Sadly, it’s that time again – time for me to bid adieu to all-day, all-night, wall-to-wall documentaries and line chats and post-film Q&As for another year. Happily, my final day of Hot Doc-ing featured a balance of despair and delight onscreen, with a series of strong films that brought my 2016 festival to a nice close.
The day began with a pair of documentaries that were, to put it mildly, serious downers. The films were good, but their content equally sad, disturbing and pretty bleak. First was the short film Omnia (6/8), which detailed – through heart-wrenching voiceover narration – an unseen young woman’s harrowing experience with genital mutilation (in the name of “purification”) at the hands of her family. Simple and powerful, the short packed a lot into its nine minutes.
It was paired with Iranian director Mehrdad Oskouei’s Starless Dreams (6/8), which – while similarly simple and powerful – was also draining to watch. Shot over roughly three weeks inside a juvenile detention center, the film profiled a number of young women imprisoned for a variety of offenses (ranging from theft to drug use), who each relay the circumstances that led her to a life of “crime.” But each story was more depressing than the last, and the harsh realities of life in a patriarchal society – where women are viewed more as property than people – made painfully clear. There are repeated scenes of the girls weeping, wailing, pleading with apathetic family members over the phone and, in some cases, admitting that they would rather remain imprisoned than return to the abusive situations they faced at home. There is an understandable but emotionally exhausting lack of optimism, both in the film and among the girls, which made me glad when the closing credits finally rolled. I felt wiped out!
At the other end of the mood spectrum was my next screening, the fun and quirky Mattress Men (6/8). In the doc, director Colm Quinn tells the story of Irish mattress-store employee Paul Kelly, who decided to create no-budget promotional videos to help his schlumpy boss, Michael “Mattress Mick” Flynn, market his struggling business in an equally unstable economy. As Flynn’s popularity grew, so did the pressures on Kelly, a husband and father who was strapped for cash and in need of steady employment. The film tracked the duo over the course of a year or so, as they worked on an epic rap video (which you can watch in its hilarious entirety right here) while attempting to reconcile their differences, both creative and professional.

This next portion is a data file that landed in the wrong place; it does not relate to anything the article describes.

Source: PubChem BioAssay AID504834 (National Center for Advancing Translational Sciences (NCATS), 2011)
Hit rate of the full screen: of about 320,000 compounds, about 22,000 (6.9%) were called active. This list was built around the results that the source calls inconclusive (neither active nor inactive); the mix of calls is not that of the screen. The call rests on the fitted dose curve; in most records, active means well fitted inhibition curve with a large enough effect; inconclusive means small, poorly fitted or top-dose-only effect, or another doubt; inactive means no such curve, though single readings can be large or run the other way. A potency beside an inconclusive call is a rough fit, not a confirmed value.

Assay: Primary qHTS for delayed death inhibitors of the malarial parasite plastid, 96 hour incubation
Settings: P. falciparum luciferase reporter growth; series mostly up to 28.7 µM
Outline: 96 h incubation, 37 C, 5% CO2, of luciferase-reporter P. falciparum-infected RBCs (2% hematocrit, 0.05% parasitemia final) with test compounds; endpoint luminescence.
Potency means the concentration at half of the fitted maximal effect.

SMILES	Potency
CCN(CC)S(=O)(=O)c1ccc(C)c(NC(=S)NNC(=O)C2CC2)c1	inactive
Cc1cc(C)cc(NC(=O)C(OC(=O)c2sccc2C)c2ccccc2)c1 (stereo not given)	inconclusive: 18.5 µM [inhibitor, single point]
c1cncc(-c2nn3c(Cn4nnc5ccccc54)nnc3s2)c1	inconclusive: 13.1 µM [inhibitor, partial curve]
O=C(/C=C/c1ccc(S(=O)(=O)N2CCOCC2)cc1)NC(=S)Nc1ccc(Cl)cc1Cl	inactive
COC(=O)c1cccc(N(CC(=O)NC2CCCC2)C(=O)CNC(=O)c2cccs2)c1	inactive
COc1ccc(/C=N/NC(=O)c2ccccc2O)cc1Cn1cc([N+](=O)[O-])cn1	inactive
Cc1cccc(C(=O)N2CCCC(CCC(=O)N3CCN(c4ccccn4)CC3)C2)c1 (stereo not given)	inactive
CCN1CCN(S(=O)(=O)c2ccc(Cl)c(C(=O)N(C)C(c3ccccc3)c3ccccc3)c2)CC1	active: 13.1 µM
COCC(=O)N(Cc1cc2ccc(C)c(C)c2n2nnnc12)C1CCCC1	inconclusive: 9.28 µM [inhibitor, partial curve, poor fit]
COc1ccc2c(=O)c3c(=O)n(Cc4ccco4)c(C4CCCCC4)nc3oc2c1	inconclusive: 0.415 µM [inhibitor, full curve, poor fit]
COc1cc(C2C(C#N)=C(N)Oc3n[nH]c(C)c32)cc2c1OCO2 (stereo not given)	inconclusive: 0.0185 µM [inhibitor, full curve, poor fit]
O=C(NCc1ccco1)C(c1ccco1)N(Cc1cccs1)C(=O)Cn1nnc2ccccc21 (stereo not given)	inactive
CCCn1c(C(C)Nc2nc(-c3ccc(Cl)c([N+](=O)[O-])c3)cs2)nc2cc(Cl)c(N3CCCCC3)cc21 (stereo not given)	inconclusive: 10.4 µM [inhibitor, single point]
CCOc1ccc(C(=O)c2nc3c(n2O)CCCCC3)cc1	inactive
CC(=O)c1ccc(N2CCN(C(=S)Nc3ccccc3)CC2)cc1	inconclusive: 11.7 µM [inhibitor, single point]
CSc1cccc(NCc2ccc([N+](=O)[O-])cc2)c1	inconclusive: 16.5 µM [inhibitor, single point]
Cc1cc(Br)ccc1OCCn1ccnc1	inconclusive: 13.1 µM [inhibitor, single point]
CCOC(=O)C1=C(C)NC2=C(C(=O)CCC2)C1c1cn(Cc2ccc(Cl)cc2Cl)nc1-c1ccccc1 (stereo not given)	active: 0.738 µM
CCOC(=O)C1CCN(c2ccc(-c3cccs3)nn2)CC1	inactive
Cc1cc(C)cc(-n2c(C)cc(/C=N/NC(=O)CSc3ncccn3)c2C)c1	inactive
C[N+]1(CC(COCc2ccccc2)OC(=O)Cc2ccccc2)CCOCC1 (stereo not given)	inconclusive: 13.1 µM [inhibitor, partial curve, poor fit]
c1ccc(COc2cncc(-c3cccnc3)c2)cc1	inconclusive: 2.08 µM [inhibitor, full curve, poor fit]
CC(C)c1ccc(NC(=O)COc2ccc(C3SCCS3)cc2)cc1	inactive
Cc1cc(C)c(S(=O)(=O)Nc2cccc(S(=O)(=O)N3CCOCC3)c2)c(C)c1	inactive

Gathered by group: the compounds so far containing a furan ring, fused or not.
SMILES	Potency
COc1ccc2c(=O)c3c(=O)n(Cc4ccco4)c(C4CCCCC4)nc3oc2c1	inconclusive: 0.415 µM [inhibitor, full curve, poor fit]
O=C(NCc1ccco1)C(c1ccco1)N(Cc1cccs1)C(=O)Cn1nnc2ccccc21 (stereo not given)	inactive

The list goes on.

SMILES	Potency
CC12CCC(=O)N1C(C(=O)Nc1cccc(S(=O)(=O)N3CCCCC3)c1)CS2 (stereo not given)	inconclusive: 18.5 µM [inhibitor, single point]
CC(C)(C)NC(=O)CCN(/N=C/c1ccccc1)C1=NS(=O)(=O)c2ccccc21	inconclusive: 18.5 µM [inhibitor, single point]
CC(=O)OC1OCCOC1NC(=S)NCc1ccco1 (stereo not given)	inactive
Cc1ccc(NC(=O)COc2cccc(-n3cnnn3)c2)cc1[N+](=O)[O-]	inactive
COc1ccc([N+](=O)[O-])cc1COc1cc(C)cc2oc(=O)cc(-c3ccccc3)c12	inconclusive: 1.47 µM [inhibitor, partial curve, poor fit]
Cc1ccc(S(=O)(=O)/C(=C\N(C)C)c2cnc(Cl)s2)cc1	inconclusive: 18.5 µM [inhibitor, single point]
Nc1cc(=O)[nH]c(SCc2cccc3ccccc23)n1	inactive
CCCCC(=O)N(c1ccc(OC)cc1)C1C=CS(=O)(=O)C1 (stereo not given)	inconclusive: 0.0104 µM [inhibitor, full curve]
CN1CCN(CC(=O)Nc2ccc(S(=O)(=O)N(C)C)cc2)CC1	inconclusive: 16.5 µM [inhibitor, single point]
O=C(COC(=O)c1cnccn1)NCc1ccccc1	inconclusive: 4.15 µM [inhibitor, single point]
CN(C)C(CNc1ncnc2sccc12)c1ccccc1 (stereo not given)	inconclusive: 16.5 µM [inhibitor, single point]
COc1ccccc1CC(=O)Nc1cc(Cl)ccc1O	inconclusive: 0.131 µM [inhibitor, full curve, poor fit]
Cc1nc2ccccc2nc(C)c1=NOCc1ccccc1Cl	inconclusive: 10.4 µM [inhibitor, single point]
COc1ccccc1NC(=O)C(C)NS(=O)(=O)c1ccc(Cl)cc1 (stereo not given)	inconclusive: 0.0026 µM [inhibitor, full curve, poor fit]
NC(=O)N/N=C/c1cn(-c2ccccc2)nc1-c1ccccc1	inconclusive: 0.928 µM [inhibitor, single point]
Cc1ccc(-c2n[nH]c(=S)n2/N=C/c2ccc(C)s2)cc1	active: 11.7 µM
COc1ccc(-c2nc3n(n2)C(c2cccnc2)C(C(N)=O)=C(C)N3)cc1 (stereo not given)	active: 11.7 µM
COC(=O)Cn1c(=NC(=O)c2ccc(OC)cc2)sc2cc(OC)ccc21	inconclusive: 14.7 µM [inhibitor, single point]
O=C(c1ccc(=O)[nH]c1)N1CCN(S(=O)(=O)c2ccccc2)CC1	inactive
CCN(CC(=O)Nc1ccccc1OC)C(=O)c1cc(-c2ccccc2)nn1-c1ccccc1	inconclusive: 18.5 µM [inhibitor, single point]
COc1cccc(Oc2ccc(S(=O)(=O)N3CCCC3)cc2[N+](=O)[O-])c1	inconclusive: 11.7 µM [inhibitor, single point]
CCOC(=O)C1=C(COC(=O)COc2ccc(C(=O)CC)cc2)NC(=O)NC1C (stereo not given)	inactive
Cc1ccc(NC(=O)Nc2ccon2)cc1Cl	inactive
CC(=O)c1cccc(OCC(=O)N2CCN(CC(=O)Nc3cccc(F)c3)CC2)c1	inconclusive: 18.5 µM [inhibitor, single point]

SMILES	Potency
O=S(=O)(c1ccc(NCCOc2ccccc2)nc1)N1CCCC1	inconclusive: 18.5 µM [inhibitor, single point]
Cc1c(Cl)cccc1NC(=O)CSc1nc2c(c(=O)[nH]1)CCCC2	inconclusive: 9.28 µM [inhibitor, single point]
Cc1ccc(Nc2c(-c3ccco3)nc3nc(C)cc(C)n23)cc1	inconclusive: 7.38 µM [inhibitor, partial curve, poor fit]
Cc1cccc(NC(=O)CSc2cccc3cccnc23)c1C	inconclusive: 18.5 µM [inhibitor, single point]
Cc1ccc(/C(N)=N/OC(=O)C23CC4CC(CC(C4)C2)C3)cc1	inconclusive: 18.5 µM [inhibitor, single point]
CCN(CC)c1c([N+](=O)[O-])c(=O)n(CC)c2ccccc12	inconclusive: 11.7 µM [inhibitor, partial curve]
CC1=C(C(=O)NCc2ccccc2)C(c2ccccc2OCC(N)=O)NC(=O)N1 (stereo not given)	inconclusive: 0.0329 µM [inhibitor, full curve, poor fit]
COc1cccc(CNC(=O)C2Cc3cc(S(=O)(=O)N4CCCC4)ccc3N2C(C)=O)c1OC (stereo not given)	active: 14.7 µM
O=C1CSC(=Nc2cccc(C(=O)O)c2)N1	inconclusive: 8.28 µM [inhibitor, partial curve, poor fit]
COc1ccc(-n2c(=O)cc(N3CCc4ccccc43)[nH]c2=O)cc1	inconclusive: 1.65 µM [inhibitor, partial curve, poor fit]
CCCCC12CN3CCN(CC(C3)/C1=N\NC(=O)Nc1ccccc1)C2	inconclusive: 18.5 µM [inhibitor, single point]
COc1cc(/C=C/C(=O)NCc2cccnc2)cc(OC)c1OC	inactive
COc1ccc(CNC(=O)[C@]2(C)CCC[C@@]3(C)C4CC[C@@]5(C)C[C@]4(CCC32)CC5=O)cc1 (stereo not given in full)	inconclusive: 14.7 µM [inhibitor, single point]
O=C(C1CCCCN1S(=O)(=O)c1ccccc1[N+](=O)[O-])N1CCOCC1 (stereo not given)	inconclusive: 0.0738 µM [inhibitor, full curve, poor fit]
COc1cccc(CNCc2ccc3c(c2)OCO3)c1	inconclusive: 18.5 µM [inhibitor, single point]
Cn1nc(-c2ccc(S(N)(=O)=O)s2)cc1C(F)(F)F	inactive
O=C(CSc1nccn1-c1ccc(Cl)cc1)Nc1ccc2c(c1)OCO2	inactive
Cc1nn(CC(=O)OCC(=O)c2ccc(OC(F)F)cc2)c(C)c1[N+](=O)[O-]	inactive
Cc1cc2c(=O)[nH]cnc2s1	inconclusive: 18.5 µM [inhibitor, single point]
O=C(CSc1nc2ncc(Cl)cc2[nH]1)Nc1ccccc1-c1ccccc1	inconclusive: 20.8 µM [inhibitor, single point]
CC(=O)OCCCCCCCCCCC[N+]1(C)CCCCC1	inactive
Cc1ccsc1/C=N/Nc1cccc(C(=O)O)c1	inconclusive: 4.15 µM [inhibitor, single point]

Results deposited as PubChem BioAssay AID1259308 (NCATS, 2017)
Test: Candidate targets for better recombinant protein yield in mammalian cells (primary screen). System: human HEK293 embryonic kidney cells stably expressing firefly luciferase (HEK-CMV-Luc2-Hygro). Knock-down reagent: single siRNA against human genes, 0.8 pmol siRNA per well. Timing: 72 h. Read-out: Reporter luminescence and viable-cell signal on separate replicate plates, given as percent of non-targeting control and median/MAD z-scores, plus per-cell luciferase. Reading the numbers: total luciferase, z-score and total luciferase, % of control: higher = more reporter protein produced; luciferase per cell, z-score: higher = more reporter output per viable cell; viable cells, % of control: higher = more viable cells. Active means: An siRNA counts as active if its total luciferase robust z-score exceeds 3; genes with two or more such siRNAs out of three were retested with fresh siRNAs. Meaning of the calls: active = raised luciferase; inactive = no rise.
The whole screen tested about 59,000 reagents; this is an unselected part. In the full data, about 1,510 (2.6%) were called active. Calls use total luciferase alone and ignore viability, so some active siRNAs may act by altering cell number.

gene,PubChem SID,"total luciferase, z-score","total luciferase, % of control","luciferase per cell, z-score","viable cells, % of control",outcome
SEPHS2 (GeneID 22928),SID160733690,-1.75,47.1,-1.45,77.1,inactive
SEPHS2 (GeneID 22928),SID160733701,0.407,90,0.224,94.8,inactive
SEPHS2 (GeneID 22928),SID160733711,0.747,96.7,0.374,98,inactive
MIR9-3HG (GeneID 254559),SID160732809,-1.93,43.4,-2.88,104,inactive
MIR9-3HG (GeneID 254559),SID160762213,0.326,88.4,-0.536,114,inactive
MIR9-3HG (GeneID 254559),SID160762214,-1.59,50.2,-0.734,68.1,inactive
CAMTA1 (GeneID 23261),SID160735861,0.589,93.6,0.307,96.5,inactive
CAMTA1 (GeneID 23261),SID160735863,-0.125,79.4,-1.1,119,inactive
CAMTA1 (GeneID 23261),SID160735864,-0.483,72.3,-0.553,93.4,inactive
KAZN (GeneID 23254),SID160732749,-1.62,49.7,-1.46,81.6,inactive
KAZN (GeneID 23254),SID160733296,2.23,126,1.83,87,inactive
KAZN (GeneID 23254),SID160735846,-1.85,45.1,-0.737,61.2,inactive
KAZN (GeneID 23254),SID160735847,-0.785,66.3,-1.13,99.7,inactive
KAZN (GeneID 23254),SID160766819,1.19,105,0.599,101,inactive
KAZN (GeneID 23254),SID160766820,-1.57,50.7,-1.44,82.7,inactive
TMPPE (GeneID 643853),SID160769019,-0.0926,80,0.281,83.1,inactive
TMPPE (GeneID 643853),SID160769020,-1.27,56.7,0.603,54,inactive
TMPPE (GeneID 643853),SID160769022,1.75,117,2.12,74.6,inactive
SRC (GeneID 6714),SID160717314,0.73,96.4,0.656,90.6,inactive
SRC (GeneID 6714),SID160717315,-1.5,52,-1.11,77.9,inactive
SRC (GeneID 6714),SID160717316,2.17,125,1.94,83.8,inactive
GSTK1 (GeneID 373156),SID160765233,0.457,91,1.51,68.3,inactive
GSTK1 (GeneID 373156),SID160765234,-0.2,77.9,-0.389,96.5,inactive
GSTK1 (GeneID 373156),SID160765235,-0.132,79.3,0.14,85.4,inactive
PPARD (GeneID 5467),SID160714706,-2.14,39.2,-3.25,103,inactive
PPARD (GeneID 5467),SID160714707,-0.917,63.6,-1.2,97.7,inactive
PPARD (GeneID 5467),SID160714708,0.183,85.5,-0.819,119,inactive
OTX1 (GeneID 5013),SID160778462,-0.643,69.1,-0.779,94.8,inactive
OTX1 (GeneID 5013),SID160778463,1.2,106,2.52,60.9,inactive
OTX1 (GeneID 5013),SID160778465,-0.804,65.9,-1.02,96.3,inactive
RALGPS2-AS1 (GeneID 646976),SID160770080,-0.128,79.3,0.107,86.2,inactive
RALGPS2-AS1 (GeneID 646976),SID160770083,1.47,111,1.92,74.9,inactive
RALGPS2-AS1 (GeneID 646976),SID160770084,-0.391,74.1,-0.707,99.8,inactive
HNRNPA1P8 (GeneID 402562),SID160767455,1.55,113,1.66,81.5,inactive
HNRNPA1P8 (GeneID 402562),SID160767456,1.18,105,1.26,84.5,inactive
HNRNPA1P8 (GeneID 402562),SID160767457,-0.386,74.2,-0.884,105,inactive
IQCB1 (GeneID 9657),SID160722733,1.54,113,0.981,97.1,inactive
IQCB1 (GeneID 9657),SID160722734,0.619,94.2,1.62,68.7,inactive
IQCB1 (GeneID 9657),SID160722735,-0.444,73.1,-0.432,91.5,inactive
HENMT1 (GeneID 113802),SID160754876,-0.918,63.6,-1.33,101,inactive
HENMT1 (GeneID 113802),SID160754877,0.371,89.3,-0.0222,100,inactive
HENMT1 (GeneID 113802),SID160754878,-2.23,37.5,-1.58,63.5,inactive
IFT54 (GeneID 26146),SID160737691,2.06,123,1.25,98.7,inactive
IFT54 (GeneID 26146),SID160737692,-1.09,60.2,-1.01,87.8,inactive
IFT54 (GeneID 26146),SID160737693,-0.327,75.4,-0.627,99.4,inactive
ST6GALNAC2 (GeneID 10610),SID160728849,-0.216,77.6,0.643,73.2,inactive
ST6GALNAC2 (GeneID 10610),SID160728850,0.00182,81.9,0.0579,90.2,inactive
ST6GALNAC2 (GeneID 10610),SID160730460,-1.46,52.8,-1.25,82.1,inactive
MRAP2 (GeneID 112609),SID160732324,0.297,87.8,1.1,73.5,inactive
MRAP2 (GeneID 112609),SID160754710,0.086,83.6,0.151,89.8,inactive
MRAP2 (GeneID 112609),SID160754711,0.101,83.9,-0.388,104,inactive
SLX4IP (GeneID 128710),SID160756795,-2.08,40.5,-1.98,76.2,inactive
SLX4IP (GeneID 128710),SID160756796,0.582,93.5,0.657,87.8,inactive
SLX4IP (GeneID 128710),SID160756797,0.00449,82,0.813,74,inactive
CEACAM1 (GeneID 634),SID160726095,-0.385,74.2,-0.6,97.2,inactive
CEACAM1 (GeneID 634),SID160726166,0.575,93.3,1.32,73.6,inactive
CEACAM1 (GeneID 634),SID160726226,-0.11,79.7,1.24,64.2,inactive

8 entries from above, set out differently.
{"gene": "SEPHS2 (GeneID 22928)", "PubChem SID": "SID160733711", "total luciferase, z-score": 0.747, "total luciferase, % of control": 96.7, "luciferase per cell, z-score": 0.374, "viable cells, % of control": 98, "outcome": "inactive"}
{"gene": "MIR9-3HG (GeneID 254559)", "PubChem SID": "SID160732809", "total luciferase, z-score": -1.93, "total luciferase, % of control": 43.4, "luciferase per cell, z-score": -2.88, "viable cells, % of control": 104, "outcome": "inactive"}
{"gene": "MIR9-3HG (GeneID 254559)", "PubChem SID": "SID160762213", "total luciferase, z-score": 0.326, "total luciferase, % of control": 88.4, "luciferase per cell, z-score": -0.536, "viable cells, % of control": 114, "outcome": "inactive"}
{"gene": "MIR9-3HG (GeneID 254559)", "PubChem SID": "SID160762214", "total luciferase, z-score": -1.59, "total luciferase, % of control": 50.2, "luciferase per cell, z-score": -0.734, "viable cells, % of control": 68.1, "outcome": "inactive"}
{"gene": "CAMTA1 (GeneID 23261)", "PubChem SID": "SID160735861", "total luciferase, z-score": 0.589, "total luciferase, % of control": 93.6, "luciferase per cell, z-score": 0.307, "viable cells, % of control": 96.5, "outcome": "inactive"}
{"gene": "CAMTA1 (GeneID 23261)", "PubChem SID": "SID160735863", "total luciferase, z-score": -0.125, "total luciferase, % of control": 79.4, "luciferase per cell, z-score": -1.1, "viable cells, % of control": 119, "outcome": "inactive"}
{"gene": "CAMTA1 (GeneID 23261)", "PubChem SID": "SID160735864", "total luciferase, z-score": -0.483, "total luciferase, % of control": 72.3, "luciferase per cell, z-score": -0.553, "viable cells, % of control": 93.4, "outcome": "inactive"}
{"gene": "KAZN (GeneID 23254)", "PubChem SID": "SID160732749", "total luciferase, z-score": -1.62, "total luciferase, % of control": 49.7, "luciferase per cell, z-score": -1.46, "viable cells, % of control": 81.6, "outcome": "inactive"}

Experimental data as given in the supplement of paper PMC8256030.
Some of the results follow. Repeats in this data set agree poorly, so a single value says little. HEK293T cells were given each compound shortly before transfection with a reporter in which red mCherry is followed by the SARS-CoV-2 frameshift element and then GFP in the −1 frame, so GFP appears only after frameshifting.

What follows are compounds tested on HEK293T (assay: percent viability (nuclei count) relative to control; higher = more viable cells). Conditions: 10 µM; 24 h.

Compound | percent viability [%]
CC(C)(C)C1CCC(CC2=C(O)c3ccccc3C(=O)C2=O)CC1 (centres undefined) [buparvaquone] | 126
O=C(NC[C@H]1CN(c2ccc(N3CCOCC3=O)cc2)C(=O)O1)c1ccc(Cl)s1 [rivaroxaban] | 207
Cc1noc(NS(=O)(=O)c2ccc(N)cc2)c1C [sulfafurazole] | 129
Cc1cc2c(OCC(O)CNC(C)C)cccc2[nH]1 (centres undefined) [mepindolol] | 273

Both Flynn and Kelly were in attendance for the screening, along with Quinn and Brian Trainer, the store’s mattress-wearing mascot, whose poetic waxing on life provided some of the film’s best moments. The Q&A was spirited, with dozens of audience members posing for post-film photos with the guys.
My final screening of the day, and of the festival, was Sour Grapes (6/8), a lighthearted but compelling investigative documentary about the massive con that wine connoisseur Rudy Kurniawan perpetrated on collectors. Young, wealthy and charming, Kurniawan became popular amongst the wine-consuming elite, living the high life, sharing ridiculously expensive wines with his inner circle and unloading millions of dollars’ worth of rare vintages via auctions. But when questions arose about the authenticity of the wines Kurniawan was selling, and collectors began double-checking the bottles for which they’d paid tens of thousands of dollars, a mystery began to unfold. Was Rudy for real? Was he a fake? Were his wines fakes? And, more importantly, what would this do to the inflated prices his sales had caused in the market? Entertaining and lively, the doc is a fun whodunit?... or, more to the point, howdhedunit?, that ultimately shines a light on the perils of being filthy rich and so desperate to acquire more stuff that you’d drop $20K on a bottle of wine without blinking. Or fact-checking its origins.
My bus schedule meant having to dart out as the Q&A got underway, but I did stay long enough to hear Kurniawan likened to an art forger, who possess exquisite talents that he uses for ill-gotten gains. And I think that analogy is a fitting one in this case.
And that’s a wrap, folks! As ever, my Hot Docs experience was fantastic – plenty of amazing films, great line chats, so many snacks and, for the most part, nice weather, which made lining up at the Bader and Hart House so much more pleasant. Thanks to the festival staff, volunteers and filmgoers for another awesome year. See you in 2017!